Claudine’s piece was inspired by a text thread that she and I had last Spring when she was in lockdown at her school from a threat for two and half hours for the 2nd time that semester. Later, I asked her questions about what it was like, having never had these shooter drills in school when I was a kid. She decided to draw it for me. The last line of her artist statement, however, is the thing that strikes me most about the reality of life today. She writes, “It’s incredibly strange how we must live through these threats and be expected to move on and come to school the next day.”
I feel like that captures how we’ve been conditioned to cope with the violence in our country, every single day. We move on and live our lives. Without any kind of policy change—and let’s be clear, the people in power do not want change—we are left to eulogize the dead and move on until the cycle rears its head again.
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If you would like to donate to the families of the victims of Monterey Park, this is the official GoFundMe page organized by 20 fundraising teams. Here is one for the victims of Half Moon Bay.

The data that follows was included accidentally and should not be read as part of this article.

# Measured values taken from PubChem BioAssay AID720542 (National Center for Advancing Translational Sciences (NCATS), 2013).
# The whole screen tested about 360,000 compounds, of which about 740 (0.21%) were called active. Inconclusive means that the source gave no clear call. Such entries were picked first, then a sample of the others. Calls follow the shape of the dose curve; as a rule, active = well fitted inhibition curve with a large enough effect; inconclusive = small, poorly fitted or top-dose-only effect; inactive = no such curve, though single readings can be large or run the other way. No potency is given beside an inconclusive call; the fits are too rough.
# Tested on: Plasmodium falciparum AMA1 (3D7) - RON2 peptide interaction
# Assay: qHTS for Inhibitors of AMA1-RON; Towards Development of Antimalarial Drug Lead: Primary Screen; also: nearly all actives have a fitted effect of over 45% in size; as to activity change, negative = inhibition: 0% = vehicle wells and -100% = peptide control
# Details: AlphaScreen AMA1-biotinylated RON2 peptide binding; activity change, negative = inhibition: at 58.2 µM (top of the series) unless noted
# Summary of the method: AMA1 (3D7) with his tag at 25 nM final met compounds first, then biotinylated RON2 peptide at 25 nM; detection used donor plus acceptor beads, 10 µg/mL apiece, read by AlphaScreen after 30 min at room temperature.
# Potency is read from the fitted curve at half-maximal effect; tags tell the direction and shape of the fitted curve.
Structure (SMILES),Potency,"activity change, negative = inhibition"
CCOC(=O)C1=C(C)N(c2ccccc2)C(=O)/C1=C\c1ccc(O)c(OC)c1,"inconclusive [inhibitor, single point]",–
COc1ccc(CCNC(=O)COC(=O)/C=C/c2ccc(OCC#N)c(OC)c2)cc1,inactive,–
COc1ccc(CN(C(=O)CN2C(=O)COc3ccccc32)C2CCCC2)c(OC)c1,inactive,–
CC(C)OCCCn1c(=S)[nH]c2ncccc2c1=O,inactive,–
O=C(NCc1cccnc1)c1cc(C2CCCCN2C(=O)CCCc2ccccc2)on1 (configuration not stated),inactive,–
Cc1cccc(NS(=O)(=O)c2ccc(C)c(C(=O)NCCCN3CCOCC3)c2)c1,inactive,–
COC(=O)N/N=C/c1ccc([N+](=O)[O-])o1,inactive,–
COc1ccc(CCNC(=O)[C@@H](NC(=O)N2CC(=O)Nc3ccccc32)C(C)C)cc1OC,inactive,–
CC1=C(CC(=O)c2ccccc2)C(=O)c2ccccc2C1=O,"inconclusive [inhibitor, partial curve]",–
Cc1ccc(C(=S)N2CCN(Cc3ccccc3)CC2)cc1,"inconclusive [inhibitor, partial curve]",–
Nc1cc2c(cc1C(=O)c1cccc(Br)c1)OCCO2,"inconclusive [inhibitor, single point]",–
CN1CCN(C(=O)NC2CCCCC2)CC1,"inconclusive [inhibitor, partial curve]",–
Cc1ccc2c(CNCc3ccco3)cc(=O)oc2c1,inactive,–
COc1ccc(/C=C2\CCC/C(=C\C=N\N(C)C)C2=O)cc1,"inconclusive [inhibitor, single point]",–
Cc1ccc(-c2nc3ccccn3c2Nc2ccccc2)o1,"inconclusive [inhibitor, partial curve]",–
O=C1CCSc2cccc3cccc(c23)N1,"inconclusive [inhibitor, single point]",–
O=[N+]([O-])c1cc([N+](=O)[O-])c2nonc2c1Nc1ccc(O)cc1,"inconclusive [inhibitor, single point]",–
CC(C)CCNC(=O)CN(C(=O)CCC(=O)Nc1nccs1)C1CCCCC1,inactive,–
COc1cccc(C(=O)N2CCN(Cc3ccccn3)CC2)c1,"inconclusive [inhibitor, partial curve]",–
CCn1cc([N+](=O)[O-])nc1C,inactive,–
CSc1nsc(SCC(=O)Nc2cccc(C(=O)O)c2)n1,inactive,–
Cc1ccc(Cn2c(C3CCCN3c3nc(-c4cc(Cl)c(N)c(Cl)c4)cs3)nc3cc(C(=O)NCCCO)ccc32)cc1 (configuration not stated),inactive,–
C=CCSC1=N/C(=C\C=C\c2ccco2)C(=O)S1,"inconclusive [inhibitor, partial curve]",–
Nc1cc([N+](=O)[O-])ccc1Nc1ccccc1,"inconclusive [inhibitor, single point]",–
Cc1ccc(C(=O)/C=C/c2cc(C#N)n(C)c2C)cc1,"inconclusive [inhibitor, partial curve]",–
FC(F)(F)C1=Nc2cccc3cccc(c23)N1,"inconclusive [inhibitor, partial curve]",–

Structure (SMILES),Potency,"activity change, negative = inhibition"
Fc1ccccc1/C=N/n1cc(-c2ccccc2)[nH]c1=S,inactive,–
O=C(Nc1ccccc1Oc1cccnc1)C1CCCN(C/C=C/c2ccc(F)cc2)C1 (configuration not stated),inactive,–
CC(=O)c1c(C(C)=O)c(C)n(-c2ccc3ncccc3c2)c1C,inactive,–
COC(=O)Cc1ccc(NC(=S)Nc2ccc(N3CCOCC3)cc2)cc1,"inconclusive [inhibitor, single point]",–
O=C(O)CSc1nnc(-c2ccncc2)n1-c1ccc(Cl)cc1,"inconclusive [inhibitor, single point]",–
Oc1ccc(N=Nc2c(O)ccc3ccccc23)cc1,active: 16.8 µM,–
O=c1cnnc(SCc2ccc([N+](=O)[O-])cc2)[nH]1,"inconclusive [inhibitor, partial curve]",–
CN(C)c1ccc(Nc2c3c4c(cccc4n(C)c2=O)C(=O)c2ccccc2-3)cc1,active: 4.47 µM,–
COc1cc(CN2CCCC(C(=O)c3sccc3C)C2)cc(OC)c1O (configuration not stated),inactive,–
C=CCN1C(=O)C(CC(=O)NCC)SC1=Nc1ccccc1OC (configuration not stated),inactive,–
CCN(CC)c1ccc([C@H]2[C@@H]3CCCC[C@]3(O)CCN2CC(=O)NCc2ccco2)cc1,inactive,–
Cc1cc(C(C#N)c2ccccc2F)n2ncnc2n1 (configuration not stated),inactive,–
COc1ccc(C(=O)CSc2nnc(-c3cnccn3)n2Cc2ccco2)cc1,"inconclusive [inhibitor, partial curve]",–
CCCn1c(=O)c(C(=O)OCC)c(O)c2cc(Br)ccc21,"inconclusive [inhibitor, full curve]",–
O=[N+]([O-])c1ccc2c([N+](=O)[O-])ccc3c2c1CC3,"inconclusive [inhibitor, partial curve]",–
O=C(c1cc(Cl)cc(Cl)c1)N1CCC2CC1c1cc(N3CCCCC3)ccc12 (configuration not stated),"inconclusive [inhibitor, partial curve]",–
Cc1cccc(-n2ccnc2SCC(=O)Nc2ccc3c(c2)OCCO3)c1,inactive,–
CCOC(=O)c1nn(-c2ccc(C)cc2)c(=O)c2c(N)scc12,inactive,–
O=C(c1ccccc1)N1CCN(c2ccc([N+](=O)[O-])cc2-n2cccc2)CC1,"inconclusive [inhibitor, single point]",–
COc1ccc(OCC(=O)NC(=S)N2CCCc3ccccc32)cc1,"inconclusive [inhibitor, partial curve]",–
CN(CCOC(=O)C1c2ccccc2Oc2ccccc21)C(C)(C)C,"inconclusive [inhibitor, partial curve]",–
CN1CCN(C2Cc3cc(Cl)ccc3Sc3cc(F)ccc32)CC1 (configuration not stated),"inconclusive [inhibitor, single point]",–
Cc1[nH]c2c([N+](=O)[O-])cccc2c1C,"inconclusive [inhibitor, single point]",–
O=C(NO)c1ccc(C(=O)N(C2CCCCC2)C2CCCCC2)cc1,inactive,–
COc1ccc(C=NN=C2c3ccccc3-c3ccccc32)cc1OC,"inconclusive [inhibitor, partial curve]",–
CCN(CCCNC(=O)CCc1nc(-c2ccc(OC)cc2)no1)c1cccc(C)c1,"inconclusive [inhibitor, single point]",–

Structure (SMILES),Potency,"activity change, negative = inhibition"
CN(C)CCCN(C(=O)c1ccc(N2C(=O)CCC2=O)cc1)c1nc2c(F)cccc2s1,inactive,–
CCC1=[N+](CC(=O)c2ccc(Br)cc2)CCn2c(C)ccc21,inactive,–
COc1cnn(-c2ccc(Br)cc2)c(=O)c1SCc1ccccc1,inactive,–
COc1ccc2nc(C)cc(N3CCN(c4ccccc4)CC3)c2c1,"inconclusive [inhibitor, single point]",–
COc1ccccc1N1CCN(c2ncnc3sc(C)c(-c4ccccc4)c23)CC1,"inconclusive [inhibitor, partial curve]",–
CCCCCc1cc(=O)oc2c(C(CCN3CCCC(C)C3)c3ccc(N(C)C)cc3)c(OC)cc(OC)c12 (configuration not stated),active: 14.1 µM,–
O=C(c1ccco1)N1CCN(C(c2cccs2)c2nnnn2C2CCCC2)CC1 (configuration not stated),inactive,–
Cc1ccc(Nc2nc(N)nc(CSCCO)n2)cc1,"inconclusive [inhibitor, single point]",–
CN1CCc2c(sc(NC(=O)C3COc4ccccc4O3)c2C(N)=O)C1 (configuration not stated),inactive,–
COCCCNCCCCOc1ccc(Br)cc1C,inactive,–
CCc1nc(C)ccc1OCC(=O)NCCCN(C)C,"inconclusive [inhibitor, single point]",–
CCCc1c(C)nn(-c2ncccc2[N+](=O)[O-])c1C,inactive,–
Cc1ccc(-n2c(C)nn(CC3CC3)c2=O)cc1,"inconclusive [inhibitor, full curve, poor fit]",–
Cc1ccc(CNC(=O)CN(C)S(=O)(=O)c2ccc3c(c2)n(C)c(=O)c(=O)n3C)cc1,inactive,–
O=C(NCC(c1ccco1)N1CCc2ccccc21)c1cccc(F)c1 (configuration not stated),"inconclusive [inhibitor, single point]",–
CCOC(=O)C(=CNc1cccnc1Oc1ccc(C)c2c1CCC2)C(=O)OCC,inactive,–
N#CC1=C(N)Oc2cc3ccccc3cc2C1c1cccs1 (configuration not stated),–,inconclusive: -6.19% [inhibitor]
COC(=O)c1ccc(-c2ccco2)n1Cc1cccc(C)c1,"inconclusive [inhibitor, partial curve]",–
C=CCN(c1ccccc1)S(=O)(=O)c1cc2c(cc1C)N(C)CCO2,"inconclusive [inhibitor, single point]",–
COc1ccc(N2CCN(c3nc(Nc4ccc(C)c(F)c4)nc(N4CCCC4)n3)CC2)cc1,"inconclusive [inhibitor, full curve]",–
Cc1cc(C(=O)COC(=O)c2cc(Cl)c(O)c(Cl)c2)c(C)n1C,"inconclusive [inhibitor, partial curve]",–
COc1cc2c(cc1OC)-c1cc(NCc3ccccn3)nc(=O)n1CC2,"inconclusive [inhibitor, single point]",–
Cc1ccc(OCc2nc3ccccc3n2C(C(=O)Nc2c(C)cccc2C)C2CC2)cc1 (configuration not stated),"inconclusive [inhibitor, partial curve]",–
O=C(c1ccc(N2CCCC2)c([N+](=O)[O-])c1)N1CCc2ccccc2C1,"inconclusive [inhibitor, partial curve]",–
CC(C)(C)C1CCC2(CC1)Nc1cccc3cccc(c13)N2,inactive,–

This past month there has been something like 20 shootings here in Sweden, most but not all, in the Stockholm area. Not mass shootings but drug gang related. The most horrible thing is that most of the shooters are children - teenagers 15 - 16 years.
At New Years my 4 year old grandson told me - out of the blue - that children can’t go to prison for anything they do how illegal it is!!! So he could do anything he wanted.... told him that even when it’s true that we in Sweden don’t lock children up, we do take action - you will be removed from home and your mother. The last having him rethinking.
But it is so scary that even a 4-year old can even think like this. And all the 15 years old boys who partly believe it’s true that they won’t go to prison or have any other repercussion. Of course some of them are threatened into doing this. But still they should feel secure enough in society to tell a grownup before acting. But I think your daughters comment is right- too often we expect them to just carry on like nothing happened. Nobody lost a son, a brother, a friend.
We have a plan at school what each class has to do if there’s an active shooter lockdown. It is hardly anything considering all our doors are mostly glass. So I’ve come up with a plan b. T sucks that I have to even have a plan a, let alone a plan b. I play out exactly what needs to be orchestrated if it ever came down to it. I review this plan at least twice a year if not more just to make sure I have some modicum of “muscle memory”.